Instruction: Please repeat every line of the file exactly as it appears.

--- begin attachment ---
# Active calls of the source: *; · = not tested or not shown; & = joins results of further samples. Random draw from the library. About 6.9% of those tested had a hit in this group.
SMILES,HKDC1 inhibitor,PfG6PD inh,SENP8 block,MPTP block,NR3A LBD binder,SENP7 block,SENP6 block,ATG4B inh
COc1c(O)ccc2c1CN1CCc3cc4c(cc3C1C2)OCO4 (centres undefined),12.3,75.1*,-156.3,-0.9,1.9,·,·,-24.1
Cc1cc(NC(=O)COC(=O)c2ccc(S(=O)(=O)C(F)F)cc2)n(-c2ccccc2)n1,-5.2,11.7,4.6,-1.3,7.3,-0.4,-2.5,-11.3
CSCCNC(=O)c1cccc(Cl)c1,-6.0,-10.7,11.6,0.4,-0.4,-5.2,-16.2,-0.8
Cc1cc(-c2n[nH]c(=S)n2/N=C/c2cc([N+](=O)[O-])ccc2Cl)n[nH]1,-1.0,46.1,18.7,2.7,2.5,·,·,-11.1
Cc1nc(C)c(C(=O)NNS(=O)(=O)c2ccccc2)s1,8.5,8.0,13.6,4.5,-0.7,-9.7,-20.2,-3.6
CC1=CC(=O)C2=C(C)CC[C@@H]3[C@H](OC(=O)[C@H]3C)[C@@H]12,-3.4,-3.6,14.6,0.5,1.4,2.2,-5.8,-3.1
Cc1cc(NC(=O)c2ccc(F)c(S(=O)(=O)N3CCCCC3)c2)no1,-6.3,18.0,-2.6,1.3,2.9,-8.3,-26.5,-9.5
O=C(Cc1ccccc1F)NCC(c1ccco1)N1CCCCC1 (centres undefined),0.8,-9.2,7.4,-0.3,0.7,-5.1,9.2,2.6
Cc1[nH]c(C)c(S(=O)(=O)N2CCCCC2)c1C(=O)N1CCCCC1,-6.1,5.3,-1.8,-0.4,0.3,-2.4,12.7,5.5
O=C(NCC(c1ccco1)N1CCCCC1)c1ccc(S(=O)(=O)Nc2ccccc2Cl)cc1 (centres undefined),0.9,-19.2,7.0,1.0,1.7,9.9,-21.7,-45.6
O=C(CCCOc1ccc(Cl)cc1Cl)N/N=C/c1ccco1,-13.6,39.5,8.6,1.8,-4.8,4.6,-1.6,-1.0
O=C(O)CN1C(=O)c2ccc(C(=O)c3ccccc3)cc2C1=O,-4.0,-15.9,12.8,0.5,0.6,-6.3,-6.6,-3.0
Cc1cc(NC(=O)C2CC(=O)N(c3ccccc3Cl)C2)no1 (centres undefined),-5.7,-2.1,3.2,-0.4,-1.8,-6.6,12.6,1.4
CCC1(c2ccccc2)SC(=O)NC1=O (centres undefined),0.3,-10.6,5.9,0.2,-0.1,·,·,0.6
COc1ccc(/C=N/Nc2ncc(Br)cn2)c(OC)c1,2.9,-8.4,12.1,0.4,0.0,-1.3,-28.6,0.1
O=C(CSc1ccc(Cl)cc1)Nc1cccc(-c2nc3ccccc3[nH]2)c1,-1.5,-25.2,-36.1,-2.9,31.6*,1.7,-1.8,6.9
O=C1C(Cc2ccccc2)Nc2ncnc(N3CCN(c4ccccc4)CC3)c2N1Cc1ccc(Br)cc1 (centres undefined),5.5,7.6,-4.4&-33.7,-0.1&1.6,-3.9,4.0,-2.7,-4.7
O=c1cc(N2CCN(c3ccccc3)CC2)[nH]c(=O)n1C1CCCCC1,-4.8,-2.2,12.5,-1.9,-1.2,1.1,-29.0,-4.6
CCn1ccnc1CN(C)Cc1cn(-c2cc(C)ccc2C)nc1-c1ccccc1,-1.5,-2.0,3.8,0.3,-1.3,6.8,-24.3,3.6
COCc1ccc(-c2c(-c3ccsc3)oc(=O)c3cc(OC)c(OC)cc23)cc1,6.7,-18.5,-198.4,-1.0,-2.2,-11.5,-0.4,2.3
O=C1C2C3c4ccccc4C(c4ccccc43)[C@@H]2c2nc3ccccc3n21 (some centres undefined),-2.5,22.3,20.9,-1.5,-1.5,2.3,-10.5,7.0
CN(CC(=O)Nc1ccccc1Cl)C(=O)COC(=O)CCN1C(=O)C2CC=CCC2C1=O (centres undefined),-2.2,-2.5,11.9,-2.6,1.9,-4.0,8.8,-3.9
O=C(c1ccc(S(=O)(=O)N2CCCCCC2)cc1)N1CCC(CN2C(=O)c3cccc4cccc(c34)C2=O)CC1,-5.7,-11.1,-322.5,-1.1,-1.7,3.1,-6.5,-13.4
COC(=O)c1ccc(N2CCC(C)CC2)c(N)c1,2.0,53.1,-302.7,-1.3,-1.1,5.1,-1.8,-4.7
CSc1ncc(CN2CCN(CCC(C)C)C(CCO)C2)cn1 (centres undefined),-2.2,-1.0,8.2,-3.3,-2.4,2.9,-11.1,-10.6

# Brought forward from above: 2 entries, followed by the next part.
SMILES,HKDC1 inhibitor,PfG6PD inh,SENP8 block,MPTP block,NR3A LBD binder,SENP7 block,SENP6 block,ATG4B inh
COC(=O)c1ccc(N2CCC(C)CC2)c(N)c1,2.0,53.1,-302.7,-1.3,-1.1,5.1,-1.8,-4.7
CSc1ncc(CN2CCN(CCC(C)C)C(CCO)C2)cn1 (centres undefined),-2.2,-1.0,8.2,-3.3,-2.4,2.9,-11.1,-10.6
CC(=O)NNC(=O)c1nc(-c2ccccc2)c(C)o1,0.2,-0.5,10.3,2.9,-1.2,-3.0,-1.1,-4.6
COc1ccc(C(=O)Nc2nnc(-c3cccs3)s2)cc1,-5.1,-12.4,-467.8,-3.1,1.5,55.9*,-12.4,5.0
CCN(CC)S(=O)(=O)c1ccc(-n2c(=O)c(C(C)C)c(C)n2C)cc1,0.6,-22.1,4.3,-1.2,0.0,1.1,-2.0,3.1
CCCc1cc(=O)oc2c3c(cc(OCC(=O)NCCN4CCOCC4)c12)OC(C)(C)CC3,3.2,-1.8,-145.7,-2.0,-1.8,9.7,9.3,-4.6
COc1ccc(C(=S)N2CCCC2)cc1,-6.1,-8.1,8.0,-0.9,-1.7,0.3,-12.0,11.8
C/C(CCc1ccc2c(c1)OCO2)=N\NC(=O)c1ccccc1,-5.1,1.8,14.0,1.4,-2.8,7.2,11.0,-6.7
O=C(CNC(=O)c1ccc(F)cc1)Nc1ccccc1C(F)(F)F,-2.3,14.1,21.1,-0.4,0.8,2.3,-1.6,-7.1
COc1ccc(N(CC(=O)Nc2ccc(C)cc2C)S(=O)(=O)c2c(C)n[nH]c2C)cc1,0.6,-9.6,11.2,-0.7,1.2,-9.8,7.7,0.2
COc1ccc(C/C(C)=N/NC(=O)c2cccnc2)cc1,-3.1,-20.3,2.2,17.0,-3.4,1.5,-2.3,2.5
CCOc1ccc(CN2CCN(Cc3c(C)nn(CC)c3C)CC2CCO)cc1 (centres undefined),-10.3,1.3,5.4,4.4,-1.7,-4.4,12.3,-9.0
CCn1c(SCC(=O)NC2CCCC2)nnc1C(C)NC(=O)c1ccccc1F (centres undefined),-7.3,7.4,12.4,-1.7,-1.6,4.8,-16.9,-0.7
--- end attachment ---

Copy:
# Active calls of the source: *; · = not tested or not shown; & = joins results of further samples. Random draw from the library. About 6.9% of those tested had a hit in this group.
SMILES,HKDC1 inhibitor,PfG6PD inh,SENP8 block,MPTP block,NR3A LBD binder,SENP7 block,SENP6 block,ATG4B inh
COc1c(O)ccc2c1CN1CCc3cc4c(cc3C1C2)OCO4 (centres undefined),12.3,75.1*,-156.3,-0.9,1.9,·,·,-24.1
Cc1cc(NC(=O)COC(=O)c2ccc(S(=O)(=O)C(F)F)cc2)n(-c2ccccc2)n1,-5.2,11.7,4.6,-1.3,7.3,-0.4,-2.5,-11.3
CSCCNC(=O)c1cccc(Cl)c1,-6.0,-10.7,11.6,0.4,-0.4,-5.2,-16.2,-0.8
Cc1cc(-c2n[nH]c(=S)n2/N=C/c2cc([N+](=O)[O-])ccc2Cl)n[nH]1,-1.0,46.1,18.7,2.7,2.5,·,·,-11.1
Cc1nc(C)c(C(=O)NNS(=O)(=O)c2ccccc2)s1,8.5,8.0,13.6,4.5,-0.7,-9.7,-20.2,-3.6
CC1=CC(=O)C2=C(C)CC[C@@H]3[C@H](OC(=O)[C@H]3C)[C@@H]12,-3.4,-3.6,14.6,0.5,1.4,2.2,-5.8,-3.1
Cc1cc(NC(=O)c2ccc(F)c(S(=O)(=O)N3CCCCC3)c2)no1,-6.3,18.0,-2.6,1.3,2.9,-8.3,-26.5,-9.5
O=C(Cc1ccccc1F)NCC(c1ccco1)N1CCCCC1 (centres undefined),0.8,-9.2,7.4,-0.3,0.7,-5.1,9.2,2.6
Cc1[nH]c(C)c(S(=O)(=O)N2CCCCC2)c1C(=O)N1CCCCC1,-6.1,5.3,-1.8,-0.4,0.3,-2.4,12.7,5.5
O=C(NCC(c1ccco1)N1CCCCC1)c1ccc(S(=O)(=O)Nc2ccccc2Cl)cc1 (centres undefined),0.9,-19.2,7.0,1.0,1.7,9.9,-21.7,-45.6
O=C(CCCOc1ccc(Cl)cc1Cl)N/N=C/c1ccco1,-13.6,39.5,8.6,1.8,-4.8,4.6,-1.6,-1.0
O=C(O)CN1C(=O)c2ccc(C(=O)c3ccccc3)cc2C1=O,-4.0,-15.9,12.8,0.5,0.6,-6.3,-6.6,-3.0
Cc1cc(NC(=O)C2CC(=O)N(c3ccccc3Cl)C2)no1 (centres undefined),-5.7,-2.1,3.2,-0.4,-1.8,-6.6,12.6,1.4
CCC1(c2ccccc2)SC(=O)NC1=O (centres undefined),0.3,-10.6,5.9,0.2,-0.1,·,·,0.6
COc1ccc(/C=N/Nc2ncc(Br)cn2)c(OC)c1,2.9,-8.4,12.1,0.4,0.0,-1.3,-28.6,0.1
O=C(CSc1ccc(Cl)cc1)Nc1cccc(-c2nc3ccccc3[nH]2)c1,-1.5,-25.2,-36.1,-2.9,31.6*,1.7,-1.8,6.9
O=C1C(Cc2ccccc2)Nc2ncnc(N3CCN(c4ccccc4)CC3)c2N1Cc1ccc(Br)cc1 (centres undefined),5.5,7.6,-4.4&-33.7,-0.1&1.6,-3.9,4.0,-2.7,-4.7
O=c1cc(N2CCN(c3ccccc3)CC2)[nH]c(=O)n1C1CCCCC1,-4.8,-2.2,12.5,-1.9,-1.2,1.1,-29.0,-4.6
CCn1ccnc1CN(C)Cc1cn(-c2cc(C)ccc2C)nc1-c1ccccc1,-1.5,-2.0,3.8,0.3,-1.3,6.8,-24.3,3.6
COCc1ccc(-c2c(-c3ccsc3)oc(=O)c3cc(OC)c(OC)cc23)cc1,6.7,-18.5,-198.4,-1.0,-2.2,-11.5,-0.4,2.3
O=C1C2C3c4ccccc4C(c4ccccc43)[C@@H]2c2nc3ccccc3n21 (some centres undefined),-2.5,22.3,20.9,-1.5,-1.5,2.3,-10.5,7.0
CN(CC(=O)Nc1ccccc1Cl)C(=O)COC(=O)CCN1C(=O)C2CC=CCC2C1=O (centres undefined),-2.2,-2.5,11.9,-2.6,1.9,-4.0,8.8,-3.9
O=C(c1ccc(S(=O)(=O)N2CCCCCC2)cc1)N1CCC(CN2C(=O)c3cccc4cccc(c34)C2=O)CC1,-5.7,-11.1,-322.5,-1.1,-1.7,3.1,-6.5,-13.4
COC(=O)c1ccc(N2CCC(C)CC2)c(N)c1,2.0,53.1,-302.7,-1.3,-1.1,5.1,-1.8,-4.7
CSc1ncc(CN2CCN(CCC(C)C)C(CCO)C2)cn1 (centres undefined),-2.2,-1.0,8.2,-3.3,-2.4,2.9,-11.1,-10.6

# Brought forward from above: 2 entries, followed by the next part.
SMILES,HKDC1 inhibitor,PfG6PD inh,SENP8 block,MPTP block,NR3A LBD binder,SENP7 block,SENP6 block,ATG4B inh
COC(=O)c1ccc(N2CCC(C)CC2)c(N)c1,2.0,53.1,-302.7,-1.3,-1.1,5.1,-1.8,-4.7
CSc1ncc(CN2CCN(CCC(C)C)C(CCO)C2)cn1 (centres undefined),-2.2,-1.0,8.2,-3.3,-2.4,2.9,-11.1,-10.6
CC(=O)NNC(=O)c1nc(-c2ccccc2)c(C)o1,0.2,-0.5,10.3,2.9,-1.2,-3.0,-1.1,-4.6
COc1ccc(C(=O)Nc2nnc(-c3cccs3)s2)cc1,-5.1,-12.4,-467.8,-3.1,1.5,55.9*,-12.4,5.0
CCN(CC)S(=O)(=O)c1ccc(-n2c(=O)c(C(C)C)c(C)n2C)cc1,0.6,-22.1,4.3,-1.2,0.0,1.1,-2.0,3.1
CCCc1cc(=O)oc2c3c(cc(OCC(=O)NCCN4CCOCC4)c12)OC(C)(C)CC3,3.2,-1.8,-145.7,-2.0,-1.8,9.7,9.3,-4.6
COc1ccc(C(=S)N2CCCC2)cc1,-6.1,-8.1,8.0,-0.9,-1.7,0.3,-12.0,11.8
C/C(CCc1ccc2c(c1)OCO2)=N\NC(=O)c1ccccc1,-5.1,1.8,14.0,1.4,-2.8,7.2,11.0,-6.7
O=C(CNC(=O)c1ccc(F)cc1)Nc1ccccc1C(F)(F)F,-2.3,14.1,21.1,-0.4,0.8,2.3,-1.6,-7.1
COc1ccc(N(CC(=O)Nc2ccc(C)cc2C)S(=O)(=O)c2c(C)n[nH]c2C)cc1,0.6,-9.6,11.2,-0.7,1.2,-9.8,7.7,0.2
COc1ccc(C/C(C)=N/NC(=O)c2cccnc2)cc1,-3.1,-20.3,2.2,17.0,-3.4,1.5,-2.3,2.5
CCOc1ccc(CN2CCN(Cc3c(C)nn(CC)c3C)CC2CCO)cc1 (centres undefined),-10.3,1.3,5.4,4.4,-1.7,-4.4,12.3,-9.0
CCn1c(SCC(=O)NC2CCCC2)nnc1C(C)NC(=O)c1ccccc1F (centres undefined),-7.3,7.4,12.4,-1.7,-1.6,4.8,-16.9,-0.7